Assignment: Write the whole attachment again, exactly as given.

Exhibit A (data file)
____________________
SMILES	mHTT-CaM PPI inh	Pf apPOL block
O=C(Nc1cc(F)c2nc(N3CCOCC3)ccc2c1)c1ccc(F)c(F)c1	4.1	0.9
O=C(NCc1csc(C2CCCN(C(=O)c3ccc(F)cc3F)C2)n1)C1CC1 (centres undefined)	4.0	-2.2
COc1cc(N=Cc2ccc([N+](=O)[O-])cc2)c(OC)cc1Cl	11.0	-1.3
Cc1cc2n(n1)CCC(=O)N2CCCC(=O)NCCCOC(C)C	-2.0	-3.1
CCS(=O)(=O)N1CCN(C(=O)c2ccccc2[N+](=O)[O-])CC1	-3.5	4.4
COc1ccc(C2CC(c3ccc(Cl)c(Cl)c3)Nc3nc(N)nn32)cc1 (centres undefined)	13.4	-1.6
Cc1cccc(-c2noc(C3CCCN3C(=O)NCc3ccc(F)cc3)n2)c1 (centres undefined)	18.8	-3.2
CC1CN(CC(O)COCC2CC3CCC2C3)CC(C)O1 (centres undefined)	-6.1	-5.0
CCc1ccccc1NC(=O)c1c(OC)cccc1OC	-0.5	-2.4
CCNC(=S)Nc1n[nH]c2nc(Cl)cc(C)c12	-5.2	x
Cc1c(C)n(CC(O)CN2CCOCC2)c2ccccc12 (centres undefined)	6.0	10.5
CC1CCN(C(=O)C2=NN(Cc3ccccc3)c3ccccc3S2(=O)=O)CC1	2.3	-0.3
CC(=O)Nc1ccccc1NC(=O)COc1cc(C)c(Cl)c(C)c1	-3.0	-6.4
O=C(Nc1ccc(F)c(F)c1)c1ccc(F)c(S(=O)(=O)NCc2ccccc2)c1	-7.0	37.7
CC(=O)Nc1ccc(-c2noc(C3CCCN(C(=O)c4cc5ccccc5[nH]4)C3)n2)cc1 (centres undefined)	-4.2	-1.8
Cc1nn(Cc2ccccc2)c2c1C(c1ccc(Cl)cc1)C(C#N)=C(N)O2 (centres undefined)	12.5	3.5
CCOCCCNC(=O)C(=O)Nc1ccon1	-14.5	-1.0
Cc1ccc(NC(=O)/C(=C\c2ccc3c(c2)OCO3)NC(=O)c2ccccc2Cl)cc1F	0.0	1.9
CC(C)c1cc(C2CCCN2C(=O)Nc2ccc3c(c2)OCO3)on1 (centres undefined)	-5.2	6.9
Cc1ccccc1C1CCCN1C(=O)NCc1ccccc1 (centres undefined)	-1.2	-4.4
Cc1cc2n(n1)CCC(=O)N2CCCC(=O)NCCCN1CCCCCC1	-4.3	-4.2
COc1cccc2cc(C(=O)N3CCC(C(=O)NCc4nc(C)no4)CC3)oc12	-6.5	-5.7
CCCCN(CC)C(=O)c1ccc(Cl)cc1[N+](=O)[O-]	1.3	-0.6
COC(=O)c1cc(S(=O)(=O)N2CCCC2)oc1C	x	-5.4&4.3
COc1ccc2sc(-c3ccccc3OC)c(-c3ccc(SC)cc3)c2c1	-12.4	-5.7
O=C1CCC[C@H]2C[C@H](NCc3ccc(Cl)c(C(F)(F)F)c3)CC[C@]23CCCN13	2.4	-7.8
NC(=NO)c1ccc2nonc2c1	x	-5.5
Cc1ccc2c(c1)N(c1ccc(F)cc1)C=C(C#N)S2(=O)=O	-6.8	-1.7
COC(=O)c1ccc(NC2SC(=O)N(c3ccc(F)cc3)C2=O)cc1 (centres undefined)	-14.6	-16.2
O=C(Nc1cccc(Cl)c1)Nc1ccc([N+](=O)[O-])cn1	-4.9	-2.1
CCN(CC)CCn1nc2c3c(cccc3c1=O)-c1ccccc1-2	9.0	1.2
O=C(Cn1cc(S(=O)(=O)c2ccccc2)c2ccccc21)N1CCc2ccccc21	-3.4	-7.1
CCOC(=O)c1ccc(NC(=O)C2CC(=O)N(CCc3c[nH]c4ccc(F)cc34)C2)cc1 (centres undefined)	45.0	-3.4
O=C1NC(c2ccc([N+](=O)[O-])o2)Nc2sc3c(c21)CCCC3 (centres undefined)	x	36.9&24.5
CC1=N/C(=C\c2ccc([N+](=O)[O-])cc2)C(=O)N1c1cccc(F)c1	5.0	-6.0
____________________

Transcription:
SMILES	mHTT-CaM PPI inh	Pf apPOL block
O=C(Nc1cc(F)c2nc(N3CCOCC3)ccc2c1)c1ccc(F)c(F)c1	4.1	0.9
O=C(NCc1csc(C2CCCN(C(=O)c3ccc(F)cc3F)C2)n1)C1CC1 (centres undefined)	4.0	-2.2
COc1cc(N=Cc2ccc([N+](=O)[O-])cc2)c(OC)cc1Cl	11.0	-1.3
Cc1cc2n(n1)CCC(=O)N2CCCC(=O)NCCCOC(C)C	-2.0	-3.1
CCS(=O)(=O)N1CCN(C(=O)c2ccccc2[N+](=O)[O-])CC1	-3.5	4.4
COc1ccc(C2CC(c3ccc(Cl)c(Cl)c3)Nc3nc(N)nn32)cc1 (centres undefined)	13.4	-1.6
Cc1cccc(-c2noc(C3CCCN3C(=O)NCc3ccc(F)cc3)n2)c1 (centres undefined)	18.8	-3.2
CC1CN(CC(O)COCC2CC3CCC2C3)CC(C)O1 (centres undefined)	-6.1	-5.0
CCc1ccccc1NC(=O)c1c(OC)cccc1OC	-0.5	-2.4
CCNC(=S)Nc1n[nH]c2nc(Cl)cc(C)c12	-5.2	x
Cc1c(C)n(CC(O)CN2CCOCC2)c2ccccc12 (centres undefined)	6.0	10.5
CC1CCN(C(=O)C2=NN(Cc3ccccc3)c3ccccc3S2(=O)=O)CC1	2.3	-0.3
CC(=O)Nc1ccccc1NC(=O)COc1cc(C)c(Cl)c(C)c1	-3.0	-6.4
O=C(Nc1ccc(F)c(F)c1)c1ccc(F)c(S(=O)(=O)NCc2ccccc2)c1	-7.0	37.7
CC(=O)Nc1ccc(-c2noc(C3CCCN(C(=O)c4cc5ccccc5[nH]4)C3)n2)cc1 (centres undefined)	-4.2	-1.8
Cc1nn(Cc2ccccc2)c2c1C(c1ccc(Cl)cc1)C(C#N)=C(N)O2 (centres undefined)	12.5	3.5
CCOCCCNC(=O)C(=O)Nc1ccon1	-14.5	-1.0
Cc1ccc(NC(=O)/C(=C\c2ccc3c(c2)OCO3)NC(=O)c2ccccc2Cl)cc1F	0.0	1.9
CC(C)c1cc(C2CCCN2C(=O)Nc2ccc3c(c2)OCO3)on1 (centres undefined)	-5.2	6.9
Cc1ccccc1C1CCCN1C(=O)NCc1ccccc1 (centres undefined)	-1.2	-4.4
Cc1cc2n(n1)CCC(=O)N2CCCC(=O)NCCCN1CCCCCC1	-4.3	-4.2
COc1cccc2cc(C(=O)N3CCC(C(=O)NCc4nc(C)no4)CC3)oc12	-6.5	-5.7
CCCCN(CC)C(=O)c1ccc(Cl)cc1[N+](=O)[O-]	1.3	-0.6
COC(=O)c1cc(S(=O)(=O)N2CCCC2)oc1C	x	-5.4&4.3
COc1ccc2sc(-c3ccccc3OC)c(-c3ccc(SC)cc3)c2c1	-12.4	-5.7
O=C1CCC[C@H]2C[C@H](NCc3ccc(Cl)c(C(F)(F)F)c3)CC[C@]23CCCN13	2.4	-7.8
NC(=NO)c1ccc2nonc2c1	x	-5.5
Cc1ccc2c(c1)N(c1ccc(F)cc1)C=C(C#N)S2(=O)=O	-6.8	-1.7
COC(=O)c1ccc(NC2SC(=O)N(c3ccc(F)cc3)C2=O)cc1 (centres undefined)	-14.6	-16.2
O=C(Nc1cccc(Cl)c1)Nc1ccc([N+](=O)[O-])cn1	-4.9	-2.1
CCN(CC)CCn1nc2c3c(cccc3c1=O)-c1ccccc1-2	9.0	1.2
O=C(Cn1cc(S(=O)(=O)c2ccccc2)c2ccccc21)N1CCc2ccccc21	-3.4	-7.1
CCOC(=O)c1ccc(NC(=O)C2CC(=O)N(CCc3c[nH]c4ccc(F)cc34)C2)cc1 (centres undefined)	45.0	-3.4
O=C1NC(c2ccc([N+](=O)[O-])o2)Nc2sc3c(c21)CCCC3 (centres undefined)	x	36.9&24.5
CC1=N/C(=C\c2ccc([N+](=O)[O-])cc2)C(=O)N1c1cccc(F)c1	5.0	-6.0